ABSTRACT:: A 77-year-old white male presented to the clinic with two isolated cutaneous tumors on his forehead. A cutaneous biopsy showed a focally folliculotropic CD4 cutaneous lymphoma. The tumors were irradiated with a complete response, and he was started on oral bexarotene. He experienced localized cutaneous relapse 3 months into treatment. These new tumors now revealed a surprisingly CD8 cytotoxic phenotype, but with the same clone. A systemic workup was negative. His regimen was switched to romidepsin, and he was treated with local radiation again. Another 3.5 months passed in remission until he developed widespread cutaneous tumors. Positron emission tomography/computed tomography revealed multifocal systemic disease involving his diaphragm, liver, distal duodenum, proximal jejunum, anterior chest wall including pectoral muscles, and lungs without significant adenopathy. He died a few days later. Given his full clinical and pathological course, he was given the diagnosis of an aggressive primary cutaneous T-cell lymphoma, unspecified. Copyright © 2016 Wolters Kluwer Health, Inc. All rights reserved. Source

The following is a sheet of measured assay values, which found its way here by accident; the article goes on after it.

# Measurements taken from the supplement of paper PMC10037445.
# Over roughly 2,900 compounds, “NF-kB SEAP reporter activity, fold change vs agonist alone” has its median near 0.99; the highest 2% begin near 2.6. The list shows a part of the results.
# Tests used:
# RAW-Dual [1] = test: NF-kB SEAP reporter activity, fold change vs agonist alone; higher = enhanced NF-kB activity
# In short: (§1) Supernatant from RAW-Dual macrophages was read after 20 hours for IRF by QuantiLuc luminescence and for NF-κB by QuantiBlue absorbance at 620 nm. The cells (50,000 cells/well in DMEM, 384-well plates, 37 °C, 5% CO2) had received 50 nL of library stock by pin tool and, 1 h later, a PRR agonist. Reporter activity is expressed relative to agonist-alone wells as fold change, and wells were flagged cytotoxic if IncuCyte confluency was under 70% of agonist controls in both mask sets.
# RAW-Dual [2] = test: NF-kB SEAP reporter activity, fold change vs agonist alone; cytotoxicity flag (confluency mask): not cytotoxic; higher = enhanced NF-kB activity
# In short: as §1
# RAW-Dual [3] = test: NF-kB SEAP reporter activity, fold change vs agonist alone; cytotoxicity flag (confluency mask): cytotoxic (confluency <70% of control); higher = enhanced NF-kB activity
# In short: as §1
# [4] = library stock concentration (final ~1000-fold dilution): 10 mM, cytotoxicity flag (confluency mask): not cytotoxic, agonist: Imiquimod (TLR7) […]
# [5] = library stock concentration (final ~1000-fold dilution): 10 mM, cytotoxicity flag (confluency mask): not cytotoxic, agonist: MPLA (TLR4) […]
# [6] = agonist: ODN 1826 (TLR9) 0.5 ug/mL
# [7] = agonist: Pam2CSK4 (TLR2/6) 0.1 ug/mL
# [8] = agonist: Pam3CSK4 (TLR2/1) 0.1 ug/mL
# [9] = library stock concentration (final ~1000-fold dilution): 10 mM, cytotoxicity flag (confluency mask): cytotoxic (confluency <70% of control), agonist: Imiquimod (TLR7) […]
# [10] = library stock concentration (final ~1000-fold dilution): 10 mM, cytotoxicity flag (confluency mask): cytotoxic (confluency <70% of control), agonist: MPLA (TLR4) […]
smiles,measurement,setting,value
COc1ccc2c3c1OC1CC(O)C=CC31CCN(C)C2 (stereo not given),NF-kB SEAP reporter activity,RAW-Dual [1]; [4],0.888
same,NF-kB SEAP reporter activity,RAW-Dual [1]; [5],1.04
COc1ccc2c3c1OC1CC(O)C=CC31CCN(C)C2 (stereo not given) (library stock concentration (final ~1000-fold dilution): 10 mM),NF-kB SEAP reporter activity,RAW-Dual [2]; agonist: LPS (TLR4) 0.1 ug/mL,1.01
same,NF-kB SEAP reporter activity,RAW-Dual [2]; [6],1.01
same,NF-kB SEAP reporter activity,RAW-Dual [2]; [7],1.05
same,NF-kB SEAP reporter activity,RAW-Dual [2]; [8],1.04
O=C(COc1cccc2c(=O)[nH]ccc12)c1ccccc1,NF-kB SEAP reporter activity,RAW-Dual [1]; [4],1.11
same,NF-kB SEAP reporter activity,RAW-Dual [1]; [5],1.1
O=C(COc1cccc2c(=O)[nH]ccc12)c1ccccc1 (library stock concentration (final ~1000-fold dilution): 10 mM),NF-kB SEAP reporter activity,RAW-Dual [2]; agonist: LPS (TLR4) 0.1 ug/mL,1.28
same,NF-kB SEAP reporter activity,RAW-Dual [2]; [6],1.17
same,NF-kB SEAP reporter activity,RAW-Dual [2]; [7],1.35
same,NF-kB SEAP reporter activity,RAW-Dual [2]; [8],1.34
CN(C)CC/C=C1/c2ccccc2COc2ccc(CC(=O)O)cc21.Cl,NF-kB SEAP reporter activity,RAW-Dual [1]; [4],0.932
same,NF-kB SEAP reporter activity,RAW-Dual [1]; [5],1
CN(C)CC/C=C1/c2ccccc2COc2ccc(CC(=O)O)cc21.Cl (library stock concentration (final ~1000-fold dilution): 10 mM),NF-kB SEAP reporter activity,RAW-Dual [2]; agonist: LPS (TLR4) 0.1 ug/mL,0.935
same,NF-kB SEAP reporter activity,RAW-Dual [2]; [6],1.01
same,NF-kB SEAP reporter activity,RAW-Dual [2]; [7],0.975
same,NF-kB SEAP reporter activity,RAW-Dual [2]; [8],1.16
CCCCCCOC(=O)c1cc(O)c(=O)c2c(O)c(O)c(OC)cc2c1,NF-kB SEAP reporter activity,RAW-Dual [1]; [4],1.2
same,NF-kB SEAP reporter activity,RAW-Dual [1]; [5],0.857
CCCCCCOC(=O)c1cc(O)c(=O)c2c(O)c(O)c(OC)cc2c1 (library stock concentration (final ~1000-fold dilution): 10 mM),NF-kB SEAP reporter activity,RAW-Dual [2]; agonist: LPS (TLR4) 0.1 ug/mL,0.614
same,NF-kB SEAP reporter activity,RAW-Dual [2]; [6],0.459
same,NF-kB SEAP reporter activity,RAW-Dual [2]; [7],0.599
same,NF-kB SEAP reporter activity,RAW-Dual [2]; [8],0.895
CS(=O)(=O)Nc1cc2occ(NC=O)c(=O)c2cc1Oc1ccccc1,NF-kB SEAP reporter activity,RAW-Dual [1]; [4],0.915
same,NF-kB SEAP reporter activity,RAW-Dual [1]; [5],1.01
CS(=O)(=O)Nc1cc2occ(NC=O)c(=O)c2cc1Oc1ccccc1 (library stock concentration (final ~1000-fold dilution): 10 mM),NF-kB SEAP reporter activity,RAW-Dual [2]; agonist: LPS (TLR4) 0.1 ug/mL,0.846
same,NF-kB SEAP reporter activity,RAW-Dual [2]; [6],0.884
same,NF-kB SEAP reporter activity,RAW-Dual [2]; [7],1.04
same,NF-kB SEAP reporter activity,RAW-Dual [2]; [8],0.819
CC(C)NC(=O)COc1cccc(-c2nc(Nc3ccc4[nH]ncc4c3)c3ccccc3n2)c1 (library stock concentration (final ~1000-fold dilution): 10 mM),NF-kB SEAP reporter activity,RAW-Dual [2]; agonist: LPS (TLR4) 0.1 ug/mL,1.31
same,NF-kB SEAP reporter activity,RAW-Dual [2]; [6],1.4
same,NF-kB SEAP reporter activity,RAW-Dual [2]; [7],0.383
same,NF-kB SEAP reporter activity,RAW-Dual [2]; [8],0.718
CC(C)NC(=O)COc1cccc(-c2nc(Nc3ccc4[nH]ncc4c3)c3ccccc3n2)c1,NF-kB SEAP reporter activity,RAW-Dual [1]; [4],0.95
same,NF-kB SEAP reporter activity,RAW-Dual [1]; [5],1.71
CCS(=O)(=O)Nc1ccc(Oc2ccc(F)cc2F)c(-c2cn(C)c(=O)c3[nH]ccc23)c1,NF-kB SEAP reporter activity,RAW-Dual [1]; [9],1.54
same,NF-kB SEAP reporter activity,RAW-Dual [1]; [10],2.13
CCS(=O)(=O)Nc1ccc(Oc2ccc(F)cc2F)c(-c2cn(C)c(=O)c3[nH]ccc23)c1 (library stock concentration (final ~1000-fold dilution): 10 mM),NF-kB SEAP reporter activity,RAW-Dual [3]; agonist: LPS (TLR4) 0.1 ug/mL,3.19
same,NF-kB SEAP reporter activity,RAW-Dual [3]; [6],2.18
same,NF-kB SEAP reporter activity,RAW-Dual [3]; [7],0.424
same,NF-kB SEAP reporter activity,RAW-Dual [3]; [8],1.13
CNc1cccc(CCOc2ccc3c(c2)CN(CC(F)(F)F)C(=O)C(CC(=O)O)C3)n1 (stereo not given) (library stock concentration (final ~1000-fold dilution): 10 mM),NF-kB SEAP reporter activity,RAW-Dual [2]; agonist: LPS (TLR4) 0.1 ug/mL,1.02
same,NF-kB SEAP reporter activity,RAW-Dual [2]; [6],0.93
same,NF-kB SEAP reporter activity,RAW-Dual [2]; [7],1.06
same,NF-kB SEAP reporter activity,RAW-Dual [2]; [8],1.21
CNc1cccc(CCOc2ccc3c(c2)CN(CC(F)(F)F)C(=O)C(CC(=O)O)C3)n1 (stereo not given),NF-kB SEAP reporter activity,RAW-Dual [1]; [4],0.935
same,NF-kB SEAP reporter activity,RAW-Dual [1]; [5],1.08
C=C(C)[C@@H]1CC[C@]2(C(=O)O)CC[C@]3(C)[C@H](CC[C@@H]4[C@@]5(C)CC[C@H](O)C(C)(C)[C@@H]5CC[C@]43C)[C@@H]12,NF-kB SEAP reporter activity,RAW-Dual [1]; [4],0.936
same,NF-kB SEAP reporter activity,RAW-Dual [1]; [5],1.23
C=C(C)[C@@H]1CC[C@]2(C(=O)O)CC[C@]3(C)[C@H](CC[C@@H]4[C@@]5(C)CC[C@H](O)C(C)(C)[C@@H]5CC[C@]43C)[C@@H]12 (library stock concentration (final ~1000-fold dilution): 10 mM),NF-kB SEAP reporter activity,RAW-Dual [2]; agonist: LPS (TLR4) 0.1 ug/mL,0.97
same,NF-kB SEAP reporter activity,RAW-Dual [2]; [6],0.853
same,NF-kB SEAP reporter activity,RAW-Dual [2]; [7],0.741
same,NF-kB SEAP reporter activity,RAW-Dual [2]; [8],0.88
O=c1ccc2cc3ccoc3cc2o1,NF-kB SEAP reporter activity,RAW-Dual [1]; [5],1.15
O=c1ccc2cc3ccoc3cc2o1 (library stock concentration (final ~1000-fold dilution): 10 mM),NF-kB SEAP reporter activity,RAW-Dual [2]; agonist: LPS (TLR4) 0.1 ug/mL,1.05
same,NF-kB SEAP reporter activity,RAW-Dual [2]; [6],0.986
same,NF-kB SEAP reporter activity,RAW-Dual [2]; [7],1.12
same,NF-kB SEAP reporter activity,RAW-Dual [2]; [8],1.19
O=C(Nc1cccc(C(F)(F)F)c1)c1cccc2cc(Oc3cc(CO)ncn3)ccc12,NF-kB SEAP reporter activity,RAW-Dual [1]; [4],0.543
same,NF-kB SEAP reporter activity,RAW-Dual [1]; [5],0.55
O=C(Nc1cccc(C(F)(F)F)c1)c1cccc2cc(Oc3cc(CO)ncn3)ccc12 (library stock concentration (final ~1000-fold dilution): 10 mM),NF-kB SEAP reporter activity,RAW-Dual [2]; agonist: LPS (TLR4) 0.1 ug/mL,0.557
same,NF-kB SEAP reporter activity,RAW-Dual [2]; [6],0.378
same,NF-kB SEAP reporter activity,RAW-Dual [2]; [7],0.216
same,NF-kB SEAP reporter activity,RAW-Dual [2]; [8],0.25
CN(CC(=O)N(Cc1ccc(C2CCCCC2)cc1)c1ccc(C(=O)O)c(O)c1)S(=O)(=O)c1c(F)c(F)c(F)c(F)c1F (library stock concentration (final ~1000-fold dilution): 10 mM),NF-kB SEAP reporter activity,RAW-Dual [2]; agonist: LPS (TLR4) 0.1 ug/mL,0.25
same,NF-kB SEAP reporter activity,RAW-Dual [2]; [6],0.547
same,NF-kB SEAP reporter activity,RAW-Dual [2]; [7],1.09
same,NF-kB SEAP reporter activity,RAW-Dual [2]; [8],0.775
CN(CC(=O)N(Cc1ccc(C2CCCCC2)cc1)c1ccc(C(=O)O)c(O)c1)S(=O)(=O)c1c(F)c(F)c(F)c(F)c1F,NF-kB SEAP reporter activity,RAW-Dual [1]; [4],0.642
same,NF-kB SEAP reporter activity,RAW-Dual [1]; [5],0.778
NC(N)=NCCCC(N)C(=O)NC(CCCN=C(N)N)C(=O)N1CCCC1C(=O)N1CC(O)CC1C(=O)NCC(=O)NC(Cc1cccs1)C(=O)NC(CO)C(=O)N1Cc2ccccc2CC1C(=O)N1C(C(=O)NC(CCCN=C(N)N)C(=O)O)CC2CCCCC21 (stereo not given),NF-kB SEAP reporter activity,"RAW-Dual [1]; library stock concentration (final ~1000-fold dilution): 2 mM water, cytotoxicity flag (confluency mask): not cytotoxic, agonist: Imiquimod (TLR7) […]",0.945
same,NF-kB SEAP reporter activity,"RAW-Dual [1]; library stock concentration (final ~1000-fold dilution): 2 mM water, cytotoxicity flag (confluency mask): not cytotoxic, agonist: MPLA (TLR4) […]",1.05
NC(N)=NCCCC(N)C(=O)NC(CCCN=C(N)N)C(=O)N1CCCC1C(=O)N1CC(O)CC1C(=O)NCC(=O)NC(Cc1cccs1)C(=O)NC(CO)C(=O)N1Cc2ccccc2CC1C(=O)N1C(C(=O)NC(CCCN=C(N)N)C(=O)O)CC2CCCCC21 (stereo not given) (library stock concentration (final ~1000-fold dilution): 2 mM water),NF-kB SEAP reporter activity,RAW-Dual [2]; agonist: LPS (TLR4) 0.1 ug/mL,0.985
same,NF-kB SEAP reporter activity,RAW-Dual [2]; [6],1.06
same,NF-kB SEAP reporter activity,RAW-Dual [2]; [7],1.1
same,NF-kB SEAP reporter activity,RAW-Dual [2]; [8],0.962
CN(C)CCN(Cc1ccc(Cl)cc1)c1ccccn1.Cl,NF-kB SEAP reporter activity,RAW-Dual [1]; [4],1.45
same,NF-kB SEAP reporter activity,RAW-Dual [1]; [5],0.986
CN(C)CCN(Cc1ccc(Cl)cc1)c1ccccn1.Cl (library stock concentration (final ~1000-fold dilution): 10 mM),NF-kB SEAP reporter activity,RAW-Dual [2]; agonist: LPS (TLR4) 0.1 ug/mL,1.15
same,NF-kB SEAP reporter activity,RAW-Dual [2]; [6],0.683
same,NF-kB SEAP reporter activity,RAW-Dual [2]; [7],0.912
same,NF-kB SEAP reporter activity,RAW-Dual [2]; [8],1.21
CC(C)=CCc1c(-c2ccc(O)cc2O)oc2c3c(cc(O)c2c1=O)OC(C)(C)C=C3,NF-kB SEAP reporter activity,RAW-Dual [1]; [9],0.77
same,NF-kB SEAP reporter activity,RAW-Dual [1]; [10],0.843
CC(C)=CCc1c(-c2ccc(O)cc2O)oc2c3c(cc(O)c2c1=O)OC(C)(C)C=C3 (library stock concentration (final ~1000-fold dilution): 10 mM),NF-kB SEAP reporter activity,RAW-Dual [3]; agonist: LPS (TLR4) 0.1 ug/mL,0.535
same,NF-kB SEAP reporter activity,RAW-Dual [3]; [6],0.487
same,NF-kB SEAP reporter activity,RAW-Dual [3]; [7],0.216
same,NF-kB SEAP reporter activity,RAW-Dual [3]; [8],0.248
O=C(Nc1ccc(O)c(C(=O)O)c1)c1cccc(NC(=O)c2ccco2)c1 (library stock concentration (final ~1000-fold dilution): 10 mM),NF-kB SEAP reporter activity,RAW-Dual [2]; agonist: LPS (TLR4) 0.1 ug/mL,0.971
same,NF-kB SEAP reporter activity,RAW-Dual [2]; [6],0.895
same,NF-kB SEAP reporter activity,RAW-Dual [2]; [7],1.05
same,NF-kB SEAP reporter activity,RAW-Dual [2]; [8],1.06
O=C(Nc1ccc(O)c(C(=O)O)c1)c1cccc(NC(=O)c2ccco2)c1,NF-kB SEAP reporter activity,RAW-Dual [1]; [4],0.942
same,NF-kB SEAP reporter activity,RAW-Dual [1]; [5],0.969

Hanley C.M.,Lankenau Medical Center | Kowey P.R.,Lankenau Institute for Medical Research | Kowey P.R.,Jefferson Medical College
Journal of Thoracic Disease | Year: 2015

Atrial fibrillation (AF) is associated with significant morbidity and mortality related to stroke due to thromboembolism. Several novel oral anticoagulants (NOACs) have been developed that dosedependently inhibit thrombin or activated factor X (factor Xa). These new agents offer potential advantages over vitamin K antagonists, however, several limitations exist. We will review the four large randomized trials comparing the efficacy and safety of new oral anticoagulants with warfarin for stroke prevention in patients with AF as well as assess "real world" data and discuss the limitations of the new agents. © Journal of Thoracic Disease. Source

Discover hidden collaborations